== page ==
Jasper Johns, Two Flags, 1969. Graphite pencil and collage on paper. 22 1/4 x 30 3/4 in. (56.5 x 78.1 cm). The Menil Collection, Houston. © 2018 Jasper Johns / Licensed by VAGA at Artists Rights Society (ARS), NY.
On view through Jan. 27, The Condition of Being Here at the newly-inaugurated Menil Drawing Institute (MDI) in Houston includes a selection of Jasper Johns’s drawings dating from 1954 to 2016, many of which get at the fragility of the body and its musings. It’s a fitting first exhibition at the Johnston Marklee building, in which the architecture perfectly complements the intimacy of the medium, while always taking into consideration the human scale of the viewer.
The exhibition is organized according to a series of motifs that Johns has returned to since his decision in 1954 to become an artist: American flags, faces, targets, maps, numbers, body imprints, and a photograph of Lucien Freud, among others.
“The use of any motif can recur years or decades after it was initiated,” writes Curator David Breslin (now at the Whitney Museum of American Art). “The form may change, but what constitutes the motif is not abandoned.”
What’s striking is that the motifs recur over long spans of time: the flag shows up over and over across decades, for example, metamorphosing in each iteration. While this might be understood as a formal repetition, there’s a different exploration happening each time.
“Johns breaks a lot of preconceptions about drawing,” Assistant Curator Kelly Montana observes. “He’s drawing after the finished work, for example… studying his own work and using drawing as a way to see what was done.”
In that way, Johns uses drawing to generate new ideas, even (and especially) through revisiting these forms. Montana describes the ways in which his motifs start to permutate, changing as he works through the ideas they offer.
In a series of charcoal and oil drawings on drafting paper that he made in the 1960s and 70s, Johns would cover his skin with oil and press it against the paper. Then, as if tracing a cemetery marker, he would rub charcoal over the greasy impression, leaving behind rough contours of his body.
These drawings, titled Skin (1965) or Study for Skin I (1962) or Skin 1 (1973) show the artist returning to the mark the body makes on paper, even as the body itself changes. “…unlike the stencil, the body as metabolic machine is as variable as its activities,” writes Breslin. “It grows, sheds, and shrinks. The body broadens, goes gaunt or slack… But would we say, because we are confronted with a body each day that is perhaps more familiar than not, that it repeats itself? Or does Johns’s act of returning to motifs…only clarify that there is no such thing as repetition?” The body, he adds, “is never the same twice.”
It is impossible to think about Johns’s invocation of the body in his drawings, without also considering the building that holds them. Opened to international fanfare the first weekend of November, the MDI is the first standalone building in the U.S. dedicated exclusively to drawing: to studying, preserving, and exhibiting it.
“The gallery space is only just a part of the bulk of this building,” notes Montana. Indeed, in the 30,000 square-foot building, spaces for curatorial work and research fellows sit alongside a stunning, state-of-the-art conservation studio and viewing rooms. Storage for the 2500 drawings currently in the collection (with room for the collection to grow) is under the building, in a space specifically designed during Hurricane Harvey to protect the collection, even through impending floods and environmental disasters.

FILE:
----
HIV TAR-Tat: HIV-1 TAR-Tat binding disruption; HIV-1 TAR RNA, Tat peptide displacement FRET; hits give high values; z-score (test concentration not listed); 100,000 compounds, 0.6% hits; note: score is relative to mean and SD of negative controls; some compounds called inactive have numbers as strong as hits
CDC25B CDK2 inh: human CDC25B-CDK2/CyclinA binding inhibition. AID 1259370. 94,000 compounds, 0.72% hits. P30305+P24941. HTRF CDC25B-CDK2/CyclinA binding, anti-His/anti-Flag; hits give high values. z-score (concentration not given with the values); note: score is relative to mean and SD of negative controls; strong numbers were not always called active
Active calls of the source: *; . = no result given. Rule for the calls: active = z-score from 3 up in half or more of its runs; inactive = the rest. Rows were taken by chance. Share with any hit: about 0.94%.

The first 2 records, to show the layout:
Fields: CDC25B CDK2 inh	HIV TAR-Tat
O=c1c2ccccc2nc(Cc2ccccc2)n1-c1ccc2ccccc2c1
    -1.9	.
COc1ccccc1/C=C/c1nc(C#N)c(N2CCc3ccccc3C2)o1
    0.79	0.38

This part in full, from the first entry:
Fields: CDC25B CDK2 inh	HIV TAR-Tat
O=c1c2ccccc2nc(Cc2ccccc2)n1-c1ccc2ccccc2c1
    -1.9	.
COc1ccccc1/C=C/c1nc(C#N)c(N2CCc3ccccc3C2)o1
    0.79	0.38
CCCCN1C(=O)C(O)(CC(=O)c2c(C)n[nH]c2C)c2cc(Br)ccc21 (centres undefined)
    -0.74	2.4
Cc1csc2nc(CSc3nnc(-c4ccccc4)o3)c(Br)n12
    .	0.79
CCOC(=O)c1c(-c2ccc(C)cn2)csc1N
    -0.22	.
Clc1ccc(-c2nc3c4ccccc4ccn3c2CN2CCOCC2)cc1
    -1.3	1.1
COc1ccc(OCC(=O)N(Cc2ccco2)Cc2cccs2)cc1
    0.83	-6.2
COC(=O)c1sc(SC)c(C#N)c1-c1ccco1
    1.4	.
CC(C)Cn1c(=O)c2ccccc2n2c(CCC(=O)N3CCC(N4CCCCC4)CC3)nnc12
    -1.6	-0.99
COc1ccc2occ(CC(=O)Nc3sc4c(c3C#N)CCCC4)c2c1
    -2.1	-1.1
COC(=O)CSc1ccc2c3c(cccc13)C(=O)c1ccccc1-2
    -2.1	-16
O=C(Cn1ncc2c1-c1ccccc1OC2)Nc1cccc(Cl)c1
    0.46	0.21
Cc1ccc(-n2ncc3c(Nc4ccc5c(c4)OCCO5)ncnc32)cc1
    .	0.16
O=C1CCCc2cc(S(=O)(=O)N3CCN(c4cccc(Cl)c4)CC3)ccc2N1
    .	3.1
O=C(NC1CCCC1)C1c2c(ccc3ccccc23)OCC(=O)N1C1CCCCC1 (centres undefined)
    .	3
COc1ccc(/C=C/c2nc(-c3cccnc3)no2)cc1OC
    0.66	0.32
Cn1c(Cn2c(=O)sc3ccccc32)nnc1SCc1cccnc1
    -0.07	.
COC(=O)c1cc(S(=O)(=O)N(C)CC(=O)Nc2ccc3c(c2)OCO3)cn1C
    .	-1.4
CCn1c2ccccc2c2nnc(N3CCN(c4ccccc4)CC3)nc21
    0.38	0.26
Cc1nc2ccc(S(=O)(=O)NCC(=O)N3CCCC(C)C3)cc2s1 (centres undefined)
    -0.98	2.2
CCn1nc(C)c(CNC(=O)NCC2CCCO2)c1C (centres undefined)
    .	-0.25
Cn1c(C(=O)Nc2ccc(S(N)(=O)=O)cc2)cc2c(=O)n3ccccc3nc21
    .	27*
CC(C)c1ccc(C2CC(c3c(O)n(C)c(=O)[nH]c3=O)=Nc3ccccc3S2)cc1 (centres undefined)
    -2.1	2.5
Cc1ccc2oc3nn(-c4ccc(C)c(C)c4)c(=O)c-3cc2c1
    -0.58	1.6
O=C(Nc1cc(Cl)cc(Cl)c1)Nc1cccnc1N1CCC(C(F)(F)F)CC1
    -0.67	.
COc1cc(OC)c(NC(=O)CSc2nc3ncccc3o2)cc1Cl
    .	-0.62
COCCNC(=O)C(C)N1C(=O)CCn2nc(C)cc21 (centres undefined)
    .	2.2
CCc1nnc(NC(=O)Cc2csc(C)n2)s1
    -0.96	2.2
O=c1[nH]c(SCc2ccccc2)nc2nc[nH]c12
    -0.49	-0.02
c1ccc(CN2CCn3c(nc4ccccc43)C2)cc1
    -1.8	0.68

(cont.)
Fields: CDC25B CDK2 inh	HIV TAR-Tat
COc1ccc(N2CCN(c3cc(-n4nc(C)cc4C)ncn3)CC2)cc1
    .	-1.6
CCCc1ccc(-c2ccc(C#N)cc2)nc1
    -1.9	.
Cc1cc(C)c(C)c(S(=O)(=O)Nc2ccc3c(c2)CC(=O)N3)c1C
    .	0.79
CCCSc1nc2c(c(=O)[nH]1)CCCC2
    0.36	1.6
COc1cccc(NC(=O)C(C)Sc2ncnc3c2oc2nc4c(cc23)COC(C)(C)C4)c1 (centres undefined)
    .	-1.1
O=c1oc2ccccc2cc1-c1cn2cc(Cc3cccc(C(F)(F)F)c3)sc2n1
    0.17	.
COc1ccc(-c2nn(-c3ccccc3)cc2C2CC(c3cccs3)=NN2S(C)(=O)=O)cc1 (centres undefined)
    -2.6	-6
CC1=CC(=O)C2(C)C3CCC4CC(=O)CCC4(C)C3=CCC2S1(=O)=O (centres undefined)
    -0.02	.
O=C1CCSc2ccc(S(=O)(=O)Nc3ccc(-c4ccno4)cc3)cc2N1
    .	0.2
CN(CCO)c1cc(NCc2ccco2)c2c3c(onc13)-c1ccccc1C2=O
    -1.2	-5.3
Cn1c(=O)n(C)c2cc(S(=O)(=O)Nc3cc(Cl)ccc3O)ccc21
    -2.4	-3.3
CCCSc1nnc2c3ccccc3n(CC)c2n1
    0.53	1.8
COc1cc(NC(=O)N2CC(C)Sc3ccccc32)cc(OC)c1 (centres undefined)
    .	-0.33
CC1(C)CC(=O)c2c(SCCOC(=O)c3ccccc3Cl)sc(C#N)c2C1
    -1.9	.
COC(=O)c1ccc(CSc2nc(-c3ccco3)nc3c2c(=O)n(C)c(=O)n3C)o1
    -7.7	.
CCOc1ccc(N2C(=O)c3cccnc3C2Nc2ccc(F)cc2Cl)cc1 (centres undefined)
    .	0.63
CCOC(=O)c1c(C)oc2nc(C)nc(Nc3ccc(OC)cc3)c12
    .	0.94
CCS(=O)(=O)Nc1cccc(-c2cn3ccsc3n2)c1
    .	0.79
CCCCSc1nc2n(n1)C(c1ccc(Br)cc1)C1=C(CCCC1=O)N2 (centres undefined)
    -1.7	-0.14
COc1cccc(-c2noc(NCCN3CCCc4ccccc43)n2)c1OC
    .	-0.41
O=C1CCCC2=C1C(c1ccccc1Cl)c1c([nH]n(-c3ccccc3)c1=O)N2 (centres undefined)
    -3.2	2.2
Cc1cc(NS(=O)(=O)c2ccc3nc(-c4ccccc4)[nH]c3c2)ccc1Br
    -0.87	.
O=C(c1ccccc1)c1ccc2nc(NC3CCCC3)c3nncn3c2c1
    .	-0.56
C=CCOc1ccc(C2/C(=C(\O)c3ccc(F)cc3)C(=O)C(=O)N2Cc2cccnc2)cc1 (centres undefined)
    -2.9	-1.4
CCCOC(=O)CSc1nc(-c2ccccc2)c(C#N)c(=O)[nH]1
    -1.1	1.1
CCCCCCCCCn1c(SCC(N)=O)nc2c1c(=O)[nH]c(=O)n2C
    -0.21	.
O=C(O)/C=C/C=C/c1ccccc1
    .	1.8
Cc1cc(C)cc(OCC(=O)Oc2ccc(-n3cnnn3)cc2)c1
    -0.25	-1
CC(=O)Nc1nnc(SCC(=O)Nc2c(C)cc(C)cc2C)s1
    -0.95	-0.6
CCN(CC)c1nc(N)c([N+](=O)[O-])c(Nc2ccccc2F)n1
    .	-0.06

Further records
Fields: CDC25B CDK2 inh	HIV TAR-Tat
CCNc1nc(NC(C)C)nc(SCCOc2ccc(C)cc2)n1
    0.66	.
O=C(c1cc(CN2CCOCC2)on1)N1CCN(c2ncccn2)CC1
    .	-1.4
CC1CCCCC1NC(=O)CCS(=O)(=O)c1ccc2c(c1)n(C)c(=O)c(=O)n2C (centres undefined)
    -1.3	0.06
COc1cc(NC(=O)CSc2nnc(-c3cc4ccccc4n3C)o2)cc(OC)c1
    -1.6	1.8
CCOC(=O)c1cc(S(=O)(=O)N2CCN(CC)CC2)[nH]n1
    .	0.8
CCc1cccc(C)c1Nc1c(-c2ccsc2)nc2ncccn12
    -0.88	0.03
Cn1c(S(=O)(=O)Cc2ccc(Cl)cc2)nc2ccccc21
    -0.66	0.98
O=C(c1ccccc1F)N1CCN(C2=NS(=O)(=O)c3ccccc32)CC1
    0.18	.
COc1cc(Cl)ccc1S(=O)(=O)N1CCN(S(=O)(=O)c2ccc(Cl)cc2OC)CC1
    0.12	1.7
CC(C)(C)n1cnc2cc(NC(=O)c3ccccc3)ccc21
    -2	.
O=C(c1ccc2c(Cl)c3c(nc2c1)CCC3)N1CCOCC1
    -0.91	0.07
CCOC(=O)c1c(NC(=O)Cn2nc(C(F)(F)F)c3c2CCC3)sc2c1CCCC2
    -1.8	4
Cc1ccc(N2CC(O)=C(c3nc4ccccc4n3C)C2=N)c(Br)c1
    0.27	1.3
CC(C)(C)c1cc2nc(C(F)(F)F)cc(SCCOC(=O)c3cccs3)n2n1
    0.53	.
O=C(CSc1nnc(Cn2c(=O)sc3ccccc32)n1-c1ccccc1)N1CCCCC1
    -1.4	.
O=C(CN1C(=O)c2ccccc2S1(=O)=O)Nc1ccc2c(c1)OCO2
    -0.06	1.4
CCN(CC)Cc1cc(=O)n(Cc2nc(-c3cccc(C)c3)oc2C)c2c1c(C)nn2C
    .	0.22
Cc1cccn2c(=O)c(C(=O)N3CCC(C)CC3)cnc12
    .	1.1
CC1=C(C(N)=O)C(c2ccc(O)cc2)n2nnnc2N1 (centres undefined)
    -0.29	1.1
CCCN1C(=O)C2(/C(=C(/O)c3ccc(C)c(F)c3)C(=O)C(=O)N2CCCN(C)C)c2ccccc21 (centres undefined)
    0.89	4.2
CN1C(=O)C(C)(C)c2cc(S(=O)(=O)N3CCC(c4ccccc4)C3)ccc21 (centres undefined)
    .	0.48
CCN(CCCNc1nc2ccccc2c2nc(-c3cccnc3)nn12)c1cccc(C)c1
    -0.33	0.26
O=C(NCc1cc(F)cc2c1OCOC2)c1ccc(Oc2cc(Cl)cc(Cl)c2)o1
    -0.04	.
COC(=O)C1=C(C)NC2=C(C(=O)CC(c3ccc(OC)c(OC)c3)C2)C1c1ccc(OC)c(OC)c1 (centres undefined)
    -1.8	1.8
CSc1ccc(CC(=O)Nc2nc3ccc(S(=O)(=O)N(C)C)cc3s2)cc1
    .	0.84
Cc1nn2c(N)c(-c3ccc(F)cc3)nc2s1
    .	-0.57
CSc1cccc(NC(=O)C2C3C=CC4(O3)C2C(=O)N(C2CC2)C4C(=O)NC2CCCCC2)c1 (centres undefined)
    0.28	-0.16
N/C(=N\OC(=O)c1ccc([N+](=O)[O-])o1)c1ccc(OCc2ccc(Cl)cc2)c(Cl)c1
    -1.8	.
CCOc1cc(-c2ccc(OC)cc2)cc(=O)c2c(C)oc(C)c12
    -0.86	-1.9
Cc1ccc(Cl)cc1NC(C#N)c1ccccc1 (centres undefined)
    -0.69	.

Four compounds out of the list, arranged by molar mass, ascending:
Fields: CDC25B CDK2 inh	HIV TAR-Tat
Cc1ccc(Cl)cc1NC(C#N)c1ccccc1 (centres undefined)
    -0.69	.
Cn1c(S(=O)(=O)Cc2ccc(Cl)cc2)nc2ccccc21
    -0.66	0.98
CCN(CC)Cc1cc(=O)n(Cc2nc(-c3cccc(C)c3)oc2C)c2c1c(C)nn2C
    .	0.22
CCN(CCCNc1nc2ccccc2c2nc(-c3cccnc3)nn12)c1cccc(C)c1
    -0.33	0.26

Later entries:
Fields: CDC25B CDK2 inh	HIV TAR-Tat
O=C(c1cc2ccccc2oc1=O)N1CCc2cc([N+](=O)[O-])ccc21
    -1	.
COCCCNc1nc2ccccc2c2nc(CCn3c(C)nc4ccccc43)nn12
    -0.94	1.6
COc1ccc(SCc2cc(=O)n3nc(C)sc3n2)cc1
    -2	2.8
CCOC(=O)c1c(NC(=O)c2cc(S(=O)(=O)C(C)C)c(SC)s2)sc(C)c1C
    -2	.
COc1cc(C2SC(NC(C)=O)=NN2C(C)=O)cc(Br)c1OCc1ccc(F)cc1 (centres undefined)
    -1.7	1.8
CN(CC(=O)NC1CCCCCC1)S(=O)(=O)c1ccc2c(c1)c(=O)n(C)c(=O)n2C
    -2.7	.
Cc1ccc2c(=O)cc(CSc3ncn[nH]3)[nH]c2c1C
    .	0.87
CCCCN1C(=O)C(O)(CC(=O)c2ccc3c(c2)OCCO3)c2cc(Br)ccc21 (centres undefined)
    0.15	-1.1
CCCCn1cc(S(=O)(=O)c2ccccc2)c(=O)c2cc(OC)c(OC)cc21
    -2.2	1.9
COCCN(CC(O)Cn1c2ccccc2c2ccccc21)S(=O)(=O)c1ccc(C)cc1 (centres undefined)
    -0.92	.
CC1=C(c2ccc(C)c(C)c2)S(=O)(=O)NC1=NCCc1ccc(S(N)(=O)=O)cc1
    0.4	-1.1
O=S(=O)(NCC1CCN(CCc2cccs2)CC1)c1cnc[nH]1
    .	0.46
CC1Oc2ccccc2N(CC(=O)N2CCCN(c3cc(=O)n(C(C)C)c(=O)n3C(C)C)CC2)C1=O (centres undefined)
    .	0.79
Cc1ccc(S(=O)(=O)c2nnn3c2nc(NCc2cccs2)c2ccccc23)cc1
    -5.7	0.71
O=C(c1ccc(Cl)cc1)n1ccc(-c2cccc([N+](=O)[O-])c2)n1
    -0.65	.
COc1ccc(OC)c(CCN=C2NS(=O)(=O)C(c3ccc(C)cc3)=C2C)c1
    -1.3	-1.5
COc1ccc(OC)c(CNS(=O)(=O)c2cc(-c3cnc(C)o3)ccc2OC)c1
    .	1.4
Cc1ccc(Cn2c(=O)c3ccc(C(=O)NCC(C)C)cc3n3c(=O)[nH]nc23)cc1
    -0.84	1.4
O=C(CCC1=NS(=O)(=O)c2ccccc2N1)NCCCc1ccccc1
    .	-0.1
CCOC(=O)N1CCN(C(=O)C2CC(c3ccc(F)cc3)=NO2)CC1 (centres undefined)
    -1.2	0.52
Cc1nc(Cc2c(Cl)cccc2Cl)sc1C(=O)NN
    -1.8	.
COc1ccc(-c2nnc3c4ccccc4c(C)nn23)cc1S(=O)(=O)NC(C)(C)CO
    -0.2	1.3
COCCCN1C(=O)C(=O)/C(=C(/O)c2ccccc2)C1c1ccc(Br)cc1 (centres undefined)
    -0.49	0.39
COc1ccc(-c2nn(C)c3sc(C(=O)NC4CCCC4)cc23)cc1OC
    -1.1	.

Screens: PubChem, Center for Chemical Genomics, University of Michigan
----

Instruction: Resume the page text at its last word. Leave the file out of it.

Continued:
But after listing those impressive credentials, the building is perhaps most notable for its lightness, its human scale, and its consideration of how to make visitors feel at home. The large entry space is even called the Living Room. The building sits low into the grounds of the Menil campus, with angled steel plates framing courtyards that make the divide between inside and outside feel permeable.
Like other Menil structures, this one is in gentle balance with the changing light and landscape of its home, a cool retreat from Houston’s endless summers and extreme weather. It’s a reminder that excellence in architectural design never needs to be bombastic but, rather, reflective of where it lives.
The exhibition is accompanied by Breslin’s catalog and the Menil is also publishing a 10-volume catalogue raisonné of Johns’s work. At once modest and intimate, The Condition of Being Here speaks volumes about the institution’s rigorous scholarly contribution to the field while maintaining its longstanding emphasis upon community by making inviting spaces to house and show the collection.
That is to say, this new center and its first exhibition continue the Menil’s institutional commitment to making research-driven exhibitions and their homes at once innovative, intimate, and responsive to their specific environment and many audiences. To see Johns’s thinking process through the many permutations of his drawings is to re-think not only his artistic production, but also how we understand the ways drawing functions in such a well-known artist’s oeuvre.
Johns reminds us that drawing is a medium very connected to the body, and to meditations about ephemerality. Significantly, the building is structured in a way to observe and protect the most humble materials and visual gestures. Instead of grandiosity, both building and exhibition reward the knowledge that comes from the detail. If this first exhibition and related publications are any indication, the MDI takes seriously the fragile condition of being, here.